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Research Lab to Develop World’s First Neural Device to Restore Memory

By BiotechDaily International staff writers
Posted on 04 Aug 2014
Image: Lawrence Livermore National Laboratory (LLNL) will develop an implantable neural device with the ability to record and stimulate neurons within the brain to help restore memory (Photo courtesy of DOE/Lawrence Livermore National Laboratory).
Image: Lawrence Livermore National Laboratory (LLNL) will develop an implantable neural device with the ability to record and stimulate neurons within the brain to help restore memory (Photo courtesy of DOE/Lawrence Livermore National Laboratory).
A USD 2.5 million grant has been awarded to a US research lab to develop an implantable neural device with the ability to record and stimulate neurons within the brain to help restore memory.

The US Department of Defense’s Defense Advanced Research Projects Agency (DARPA) awarded the grant to Lawrence Livermore National Laboratory (LLNL; Livermore, CA, USA). The research builds on the knowledge that memory is a process in which neurons in specific regions of the brain encode information, store it, and retrieve it. Specific types of disorders and injuries, including traumatic brain injury (TBI), Alzheimer’s disease, and epilepsy, disrupt this process and cause memory loss. TBI, specifically, has affected 270,000 military service members since 2000.

The objective of LLNL’s research initiated by LLNL’s Neural Technology group and undertaken in collaboration with the University of California, Los Angeles (UCLA; USA) and Medtronic (Minneapolis, MN, USA) is to develop a device that uses real-time recording and closed-loop stimulation of neural tissues to bridge gaps in the injured brain and restore individuals’ ability to form new memories and access previously formed ones.

The research is funded by DARPA’s Restoring Active Memory (RAM) program. Specifically, the neural technology group are trying to develop a neuromodulation system, an advanced electronics system to modulate neurons, which will investigate areas of the brain associated with memory to understand how new memories are formed. The device will be developed at LLNL’s Center for Bioengineering.

“Currently, there is no effective treatment for memory loss resulting from conditions like TBI,” said LLNL’s project leader Dr. Satinderpall Pannu, director of the LLNL’s Center for Bioengineering, a unique facility dedicated to fabricating biocompatible neural interfaces. “This is a tremendous opportunity from DARPA to leverage Lawrence Livermore’s advanced capabilities to develop cutting-edge medical devices that will change the health care landscape.”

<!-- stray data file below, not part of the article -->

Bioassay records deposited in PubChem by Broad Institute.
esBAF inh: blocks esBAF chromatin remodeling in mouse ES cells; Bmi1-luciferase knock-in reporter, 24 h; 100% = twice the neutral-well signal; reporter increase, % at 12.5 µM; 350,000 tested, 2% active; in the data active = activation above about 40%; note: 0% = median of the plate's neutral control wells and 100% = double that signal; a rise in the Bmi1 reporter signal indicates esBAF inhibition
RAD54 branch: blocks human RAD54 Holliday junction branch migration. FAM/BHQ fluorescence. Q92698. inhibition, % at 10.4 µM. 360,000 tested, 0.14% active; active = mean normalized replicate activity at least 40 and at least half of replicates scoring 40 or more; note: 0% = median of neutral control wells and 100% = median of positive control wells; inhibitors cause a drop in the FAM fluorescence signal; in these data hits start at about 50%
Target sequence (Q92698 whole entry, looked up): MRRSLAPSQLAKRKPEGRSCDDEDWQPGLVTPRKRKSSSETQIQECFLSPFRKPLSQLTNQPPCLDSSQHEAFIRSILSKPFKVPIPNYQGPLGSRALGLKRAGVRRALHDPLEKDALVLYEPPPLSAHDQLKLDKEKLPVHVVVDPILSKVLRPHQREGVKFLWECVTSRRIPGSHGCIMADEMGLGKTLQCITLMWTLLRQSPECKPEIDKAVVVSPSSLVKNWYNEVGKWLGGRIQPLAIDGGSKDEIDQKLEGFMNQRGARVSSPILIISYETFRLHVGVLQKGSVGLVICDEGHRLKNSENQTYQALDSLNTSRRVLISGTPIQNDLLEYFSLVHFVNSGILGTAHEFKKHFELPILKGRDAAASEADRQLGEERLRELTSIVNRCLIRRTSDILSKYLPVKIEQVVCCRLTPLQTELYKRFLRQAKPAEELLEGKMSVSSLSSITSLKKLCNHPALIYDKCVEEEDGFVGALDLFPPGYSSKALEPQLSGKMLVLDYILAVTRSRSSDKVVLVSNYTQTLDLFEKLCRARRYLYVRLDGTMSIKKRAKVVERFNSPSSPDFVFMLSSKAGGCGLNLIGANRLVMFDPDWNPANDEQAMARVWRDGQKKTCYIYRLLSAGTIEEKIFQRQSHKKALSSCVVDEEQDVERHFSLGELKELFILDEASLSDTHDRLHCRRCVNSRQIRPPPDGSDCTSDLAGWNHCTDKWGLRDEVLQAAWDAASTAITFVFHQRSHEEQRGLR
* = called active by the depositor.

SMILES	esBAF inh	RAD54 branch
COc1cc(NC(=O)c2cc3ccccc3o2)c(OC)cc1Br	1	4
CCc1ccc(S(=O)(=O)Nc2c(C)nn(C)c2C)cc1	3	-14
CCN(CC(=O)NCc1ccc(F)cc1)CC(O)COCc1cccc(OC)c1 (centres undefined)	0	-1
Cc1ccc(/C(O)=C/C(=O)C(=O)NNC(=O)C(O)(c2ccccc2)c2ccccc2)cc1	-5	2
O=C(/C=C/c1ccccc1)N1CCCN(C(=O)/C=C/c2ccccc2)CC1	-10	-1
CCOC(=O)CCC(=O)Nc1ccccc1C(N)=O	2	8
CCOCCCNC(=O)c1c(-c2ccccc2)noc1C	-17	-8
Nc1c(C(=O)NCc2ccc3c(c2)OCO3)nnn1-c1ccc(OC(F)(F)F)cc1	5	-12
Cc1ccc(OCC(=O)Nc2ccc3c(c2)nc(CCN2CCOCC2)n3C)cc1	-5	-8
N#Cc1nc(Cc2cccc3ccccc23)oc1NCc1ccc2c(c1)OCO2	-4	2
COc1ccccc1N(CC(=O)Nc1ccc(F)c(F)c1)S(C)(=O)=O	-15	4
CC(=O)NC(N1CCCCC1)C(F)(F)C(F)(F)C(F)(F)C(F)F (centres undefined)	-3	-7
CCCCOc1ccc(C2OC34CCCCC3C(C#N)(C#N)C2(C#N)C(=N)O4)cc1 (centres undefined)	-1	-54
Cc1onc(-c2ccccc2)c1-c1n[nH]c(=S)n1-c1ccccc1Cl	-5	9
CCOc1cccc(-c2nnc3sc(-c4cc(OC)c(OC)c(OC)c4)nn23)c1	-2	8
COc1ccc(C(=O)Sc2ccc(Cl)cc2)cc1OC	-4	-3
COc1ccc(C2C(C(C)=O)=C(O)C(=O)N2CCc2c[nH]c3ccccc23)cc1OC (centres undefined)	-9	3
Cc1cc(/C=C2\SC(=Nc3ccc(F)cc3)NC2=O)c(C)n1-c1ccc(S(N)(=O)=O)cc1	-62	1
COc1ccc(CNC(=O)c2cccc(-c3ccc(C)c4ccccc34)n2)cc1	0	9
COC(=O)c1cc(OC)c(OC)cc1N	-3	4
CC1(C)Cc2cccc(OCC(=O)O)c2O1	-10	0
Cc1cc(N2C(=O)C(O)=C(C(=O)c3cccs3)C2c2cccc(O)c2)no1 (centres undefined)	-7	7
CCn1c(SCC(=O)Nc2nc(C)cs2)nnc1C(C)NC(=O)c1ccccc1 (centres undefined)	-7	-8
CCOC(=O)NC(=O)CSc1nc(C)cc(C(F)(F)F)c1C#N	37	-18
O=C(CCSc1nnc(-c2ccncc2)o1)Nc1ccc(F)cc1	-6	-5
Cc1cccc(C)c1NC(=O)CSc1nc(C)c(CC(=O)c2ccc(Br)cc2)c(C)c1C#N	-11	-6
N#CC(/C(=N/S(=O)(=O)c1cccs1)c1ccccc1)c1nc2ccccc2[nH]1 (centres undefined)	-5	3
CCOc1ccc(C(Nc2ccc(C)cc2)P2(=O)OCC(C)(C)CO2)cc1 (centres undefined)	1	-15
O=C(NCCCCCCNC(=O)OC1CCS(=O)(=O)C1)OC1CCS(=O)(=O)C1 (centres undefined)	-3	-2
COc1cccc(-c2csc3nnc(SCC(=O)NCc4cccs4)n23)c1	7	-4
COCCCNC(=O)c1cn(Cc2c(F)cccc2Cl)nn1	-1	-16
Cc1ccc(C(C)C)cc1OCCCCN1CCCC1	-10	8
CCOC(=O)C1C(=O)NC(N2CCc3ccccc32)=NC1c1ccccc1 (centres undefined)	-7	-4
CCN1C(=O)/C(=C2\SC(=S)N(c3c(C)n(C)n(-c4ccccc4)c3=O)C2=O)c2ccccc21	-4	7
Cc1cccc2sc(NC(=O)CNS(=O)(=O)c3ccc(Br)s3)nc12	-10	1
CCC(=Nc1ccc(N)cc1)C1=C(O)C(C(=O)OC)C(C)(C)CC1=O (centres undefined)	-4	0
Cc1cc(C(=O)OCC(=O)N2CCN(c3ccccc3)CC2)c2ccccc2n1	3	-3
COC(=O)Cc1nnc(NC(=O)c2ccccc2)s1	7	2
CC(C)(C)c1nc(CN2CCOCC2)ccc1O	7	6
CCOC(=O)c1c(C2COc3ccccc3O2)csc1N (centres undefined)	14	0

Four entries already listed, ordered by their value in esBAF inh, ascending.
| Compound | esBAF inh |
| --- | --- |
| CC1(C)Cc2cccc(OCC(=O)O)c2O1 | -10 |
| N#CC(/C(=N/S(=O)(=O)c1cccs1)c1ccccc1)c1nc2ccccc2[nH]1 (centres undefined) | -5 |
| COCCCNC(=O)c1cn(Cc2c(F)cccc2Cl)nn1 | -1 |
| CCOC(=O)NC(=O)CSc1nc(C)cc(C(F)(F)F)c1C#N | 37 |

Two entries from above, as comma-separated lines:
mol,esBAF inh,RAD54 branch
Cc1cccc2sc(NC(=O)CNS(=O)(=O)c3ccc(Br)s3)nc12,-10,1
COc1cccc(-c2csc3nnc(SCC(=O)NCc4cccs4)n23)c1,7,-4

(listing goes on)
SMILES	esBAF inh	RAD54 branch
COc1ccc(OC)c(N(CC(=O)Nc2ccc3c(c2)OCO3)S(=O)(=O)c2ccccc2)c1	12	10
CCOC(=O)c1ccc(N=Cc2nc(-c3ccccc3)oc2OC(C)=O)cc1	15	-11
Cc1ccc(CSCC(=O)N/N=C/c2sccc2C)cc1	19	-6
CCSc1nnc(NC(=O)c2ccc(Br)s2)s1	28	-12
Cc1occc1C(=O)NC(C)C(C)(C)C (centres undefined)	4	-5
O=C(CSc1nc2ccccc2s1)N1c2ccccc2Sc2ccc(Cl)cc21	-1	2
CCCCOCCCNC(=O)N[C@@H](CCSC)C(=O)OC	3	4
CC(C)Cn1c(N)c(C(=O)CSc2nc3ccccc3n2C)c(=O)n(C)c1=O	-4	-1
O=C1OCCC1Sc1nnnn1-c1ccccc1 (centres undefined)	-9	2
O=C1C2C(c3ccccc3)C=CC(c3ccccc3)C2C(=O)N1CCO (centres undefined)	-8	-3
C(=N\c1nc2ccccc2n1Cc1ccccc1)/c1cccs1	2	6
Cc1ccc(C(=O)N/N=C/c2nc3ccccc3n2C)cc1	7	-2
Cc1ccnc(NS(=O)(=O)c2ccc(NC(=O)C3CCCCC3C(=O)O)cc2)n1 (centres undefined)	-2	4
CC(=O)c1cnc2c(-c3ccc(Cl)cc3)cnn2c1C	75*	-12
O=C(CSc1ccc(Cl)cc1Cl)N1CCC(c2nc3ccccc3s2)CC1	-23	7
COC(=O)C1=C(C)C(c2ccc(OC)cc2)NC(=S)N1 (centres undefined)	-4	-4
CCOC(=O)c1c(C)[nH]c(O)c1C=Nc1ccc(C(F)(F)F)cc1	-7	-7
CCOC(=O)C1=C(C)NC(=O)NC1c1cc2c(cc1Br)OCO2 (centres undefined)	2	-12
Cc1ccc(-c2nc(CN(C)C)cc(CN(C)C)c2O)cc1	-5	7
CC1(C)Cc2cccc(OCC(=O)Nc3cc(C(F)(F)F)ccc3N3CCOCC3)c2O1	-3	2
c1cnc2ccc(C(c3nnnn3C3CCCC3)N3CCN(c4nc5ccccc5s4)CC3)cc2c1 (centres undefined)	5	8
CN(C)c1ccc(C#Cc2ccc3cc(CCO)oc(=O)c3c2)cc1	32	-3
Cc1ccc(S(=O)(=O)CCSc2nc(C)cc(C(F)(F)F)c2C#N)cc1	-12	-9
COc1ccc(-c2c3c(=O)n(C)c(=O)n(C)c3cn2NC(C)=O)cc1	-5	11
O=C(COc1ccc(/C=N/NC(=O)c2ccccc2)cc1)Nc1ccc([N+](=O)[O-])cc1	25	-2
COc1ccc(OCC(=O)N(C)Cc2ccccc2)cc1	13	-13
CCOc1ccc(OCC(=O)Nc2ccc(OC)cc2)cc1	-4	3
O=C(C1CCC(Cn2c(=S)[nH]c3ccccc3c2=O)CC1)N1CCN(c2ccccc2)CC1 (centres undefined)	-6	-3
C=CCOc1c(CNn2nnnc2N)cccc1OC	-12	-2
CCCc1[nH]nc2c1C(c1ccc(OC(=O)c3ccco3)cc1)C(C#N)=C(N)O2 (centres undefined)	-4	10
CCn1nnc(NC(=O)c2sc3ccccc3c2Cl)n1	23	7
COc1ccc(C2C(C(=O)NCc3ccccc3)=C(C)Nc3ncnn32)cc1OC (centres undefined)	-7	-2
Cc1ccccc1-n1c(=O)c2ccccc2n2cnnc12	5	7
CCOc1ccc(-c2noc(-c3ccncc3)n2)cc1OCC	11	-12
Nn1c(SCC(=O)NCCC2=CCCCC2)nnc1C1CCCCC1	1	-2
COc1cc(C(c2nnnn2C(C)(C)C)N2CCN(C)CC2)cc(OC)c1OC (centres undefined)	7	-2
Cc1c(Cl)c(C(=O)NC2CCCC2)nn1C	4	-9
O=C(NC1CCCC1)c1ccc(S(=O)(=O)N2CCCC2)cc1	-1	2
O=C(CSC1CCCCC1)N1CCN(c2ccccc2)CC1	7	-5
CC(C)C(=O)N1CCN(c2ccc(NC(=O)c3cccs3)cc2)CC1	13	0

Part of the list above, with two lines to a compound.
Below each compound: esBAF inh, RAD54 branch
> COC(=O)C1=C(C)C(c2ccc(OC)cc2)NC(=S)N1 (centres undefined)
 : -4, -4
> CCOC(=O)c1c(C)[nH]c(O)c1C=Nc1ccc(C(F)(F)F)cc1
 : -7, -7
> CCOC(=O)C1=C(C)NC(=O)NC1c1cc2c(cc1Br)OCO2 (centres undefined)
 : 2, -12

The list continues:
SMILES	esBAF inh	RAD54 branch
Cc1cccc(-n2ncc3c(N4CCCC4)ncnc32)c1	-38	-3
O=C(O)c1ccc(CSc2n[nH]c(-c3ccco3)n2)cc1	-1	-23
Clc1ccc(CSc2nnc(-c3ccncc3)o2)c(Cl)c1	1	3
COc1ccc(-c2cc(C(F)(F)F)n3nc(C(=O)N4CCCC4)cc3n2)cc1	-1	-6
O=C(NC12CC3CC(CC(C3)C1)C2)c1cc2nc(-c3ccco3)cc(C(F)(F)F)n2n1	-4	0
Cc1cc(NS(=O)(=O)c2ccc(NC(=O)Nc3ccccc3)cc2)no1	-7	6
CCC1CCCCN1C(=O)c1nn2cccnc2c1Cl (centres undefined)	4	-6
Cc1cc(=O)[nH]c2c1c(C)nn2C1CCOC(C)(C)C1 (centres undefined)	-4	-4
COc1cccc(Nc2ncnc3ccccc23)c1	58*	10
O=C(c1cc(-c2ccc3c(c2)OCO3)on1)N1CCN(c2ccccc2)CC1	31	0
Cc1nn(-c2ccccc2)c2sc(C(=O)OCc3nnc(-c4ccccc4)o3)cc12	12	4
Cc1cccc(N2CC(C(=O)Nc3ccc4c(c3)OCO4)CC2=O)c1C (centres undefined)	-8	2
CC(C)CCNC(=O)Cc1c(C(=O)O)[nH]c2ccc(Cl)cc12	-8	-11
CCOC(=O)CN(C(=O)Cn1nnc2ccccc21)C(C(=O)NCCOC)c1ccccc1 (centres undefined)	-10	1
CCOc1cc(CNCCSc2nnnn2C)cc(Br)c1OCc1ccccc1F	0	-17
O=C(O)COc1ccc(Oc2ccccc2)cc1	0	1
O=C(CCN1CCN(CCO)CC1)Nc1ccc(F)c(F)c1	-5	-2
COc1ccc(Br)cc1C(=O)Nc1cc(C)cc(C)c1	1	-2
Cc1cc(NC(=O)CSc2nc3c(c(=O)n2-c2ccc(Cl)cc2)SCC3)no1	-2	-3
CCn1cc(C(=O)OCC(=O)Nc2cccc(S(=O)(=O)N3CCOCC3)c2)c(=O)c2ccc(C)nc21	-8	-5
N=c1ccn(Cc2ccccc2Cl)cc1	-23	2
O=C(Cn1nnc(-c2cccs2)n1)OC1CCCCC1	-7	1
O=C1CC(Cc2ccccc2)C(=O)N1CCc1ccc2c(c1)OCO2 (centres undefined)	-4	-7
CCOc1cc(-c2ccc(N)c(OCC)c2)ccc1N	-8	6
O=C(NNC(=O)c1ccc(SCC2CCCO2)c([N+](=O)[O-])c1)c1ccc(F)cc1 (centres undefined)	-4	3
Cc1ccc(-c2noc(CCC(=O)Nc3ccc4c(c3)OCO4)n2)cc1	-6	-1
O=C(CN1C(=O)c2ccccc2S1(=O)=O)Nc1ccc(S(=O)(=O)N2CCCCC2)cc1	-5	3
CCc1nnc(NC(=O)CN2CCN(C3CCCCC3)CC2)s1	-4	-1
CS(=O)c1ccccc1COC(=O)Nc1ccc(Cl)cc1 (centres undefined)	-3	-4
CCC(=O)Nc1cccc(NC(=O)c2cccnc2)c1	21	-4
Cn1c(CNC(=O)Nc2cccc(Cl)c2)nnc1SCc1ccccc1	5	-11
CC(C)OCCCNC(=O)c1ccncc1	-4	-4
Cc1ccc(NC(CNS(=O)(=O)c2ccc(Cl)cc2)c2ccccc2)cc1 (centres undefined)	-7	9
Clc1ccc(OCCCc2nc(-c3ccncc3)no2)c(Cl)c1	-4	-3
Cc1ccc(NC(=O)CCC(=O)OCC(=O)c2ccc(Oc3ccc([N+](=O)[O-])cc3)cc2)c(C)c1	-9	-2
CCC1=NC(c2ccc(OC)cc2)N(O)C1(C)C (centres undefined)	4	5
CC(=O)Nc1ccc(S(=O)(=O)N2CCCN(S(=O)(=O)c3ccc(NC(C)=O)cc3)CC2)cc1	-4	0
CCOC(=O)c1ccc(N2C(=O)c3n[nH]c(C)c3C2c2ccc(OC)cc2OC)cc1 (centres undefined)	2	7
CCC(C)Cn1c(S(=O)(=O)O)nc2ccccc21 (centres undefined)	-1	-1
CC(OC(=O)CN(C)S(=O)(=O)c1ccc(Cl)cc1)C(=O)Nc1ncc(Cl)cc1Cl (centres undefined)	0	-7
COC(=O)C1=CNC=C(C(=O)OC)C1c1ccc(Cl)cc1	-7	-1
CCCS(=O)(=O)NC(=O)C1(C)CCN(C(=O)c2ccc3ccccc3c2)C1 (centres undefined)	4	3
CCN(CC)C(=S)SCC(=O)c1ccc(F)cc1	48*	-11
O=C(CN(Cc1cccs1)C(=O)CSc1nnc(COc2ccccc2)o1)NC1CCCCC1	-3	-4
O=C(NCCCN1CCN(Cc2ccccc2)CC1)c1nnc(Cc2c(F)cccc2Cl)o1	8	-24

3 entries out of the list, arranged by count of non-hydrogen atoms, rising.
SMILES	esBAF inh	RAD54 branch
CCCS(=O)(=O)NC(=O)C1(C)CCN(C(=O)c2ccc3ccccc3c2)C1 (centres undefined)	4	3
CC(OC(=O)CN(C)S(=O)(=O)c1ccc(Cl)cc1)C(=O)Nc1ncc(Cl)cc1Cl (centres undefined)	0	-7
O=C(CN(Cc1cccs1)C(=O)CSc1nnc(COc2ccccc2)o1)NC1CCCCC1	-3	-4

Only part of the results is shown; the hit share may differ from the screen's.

LLNL engineers will devise a miniature, wireless and chronically implantable neural device that will incorporate both single neuron and local field potential recordings into a closed-loop system to implant into TBI patients’ brains. The device implanted into the entorhinal cortex and hippocampus will allow for stimulation and recording from 64 channels located on two high-density electrode arrays. The entorhinal cortex and hippocampus are brain regions associated with memory.

The arrays will connect to an implantable electronics bundle capable of wireless data and power telemetry. An external electronic system worn around the ear will store digital information associated with memory storage and retrieval and provide power telemetry to the implantable package using a custom radiofrequency (RF) coil system.

The device’s electrodes will be integrated with electronics using advanced LLNL integration and 3D packaging technologies, and are designed to last throughout the duration of treatment. The microelectrodes that are the heart of this device are embedded in a biocompatible, flexible polymer. Using the Center for Bioengineering’s capabilities, Dr. Pannu and his team of engineers have achieved 25 patents and many publications during the last 10 years. The team's goal is to build the new prototype device for clinical testing by 2017.

Lawrence Livermore’s collaborators, UCLA and Medtronic, will focus on conducting clinical trials and creating parts and components, respectively. “The RAM program poses a formidable challenge reaching across multiple disciplines from basic brain research to medicine, computing and engineering,” said Itzhak Fried, lead investigator for the UCLA on this project and professor of neurosurgery and psychiatry and biobehavioral sciences at the David Geffen School of Medicine at UCLA and the Semel Institute for Neuroscience and Human Behavior. “But at the end of the day, it is the suffering individual, whether an injured member of the armed forces or a patient with Alzheimer’s disease, who is at the center of our thoughts and efforts.”

LLNL’s work on the Restoring Active Memory program supports President Obama’s Brain Research through Advancing Innovative Neurotechnologies (BRAIN) initiative. “Our years of experience developing implantable microdevices, through projects funded by the Department of Energy [DOE], prepared us to respond to DARPA’s challenge,” said Lawrence Livermore engineer Kedar Shah, a project leader in the neural technology group.

Related Links:

Lawrence Livermore National Laboratory
University of California, Los Angeles 
Medtronic



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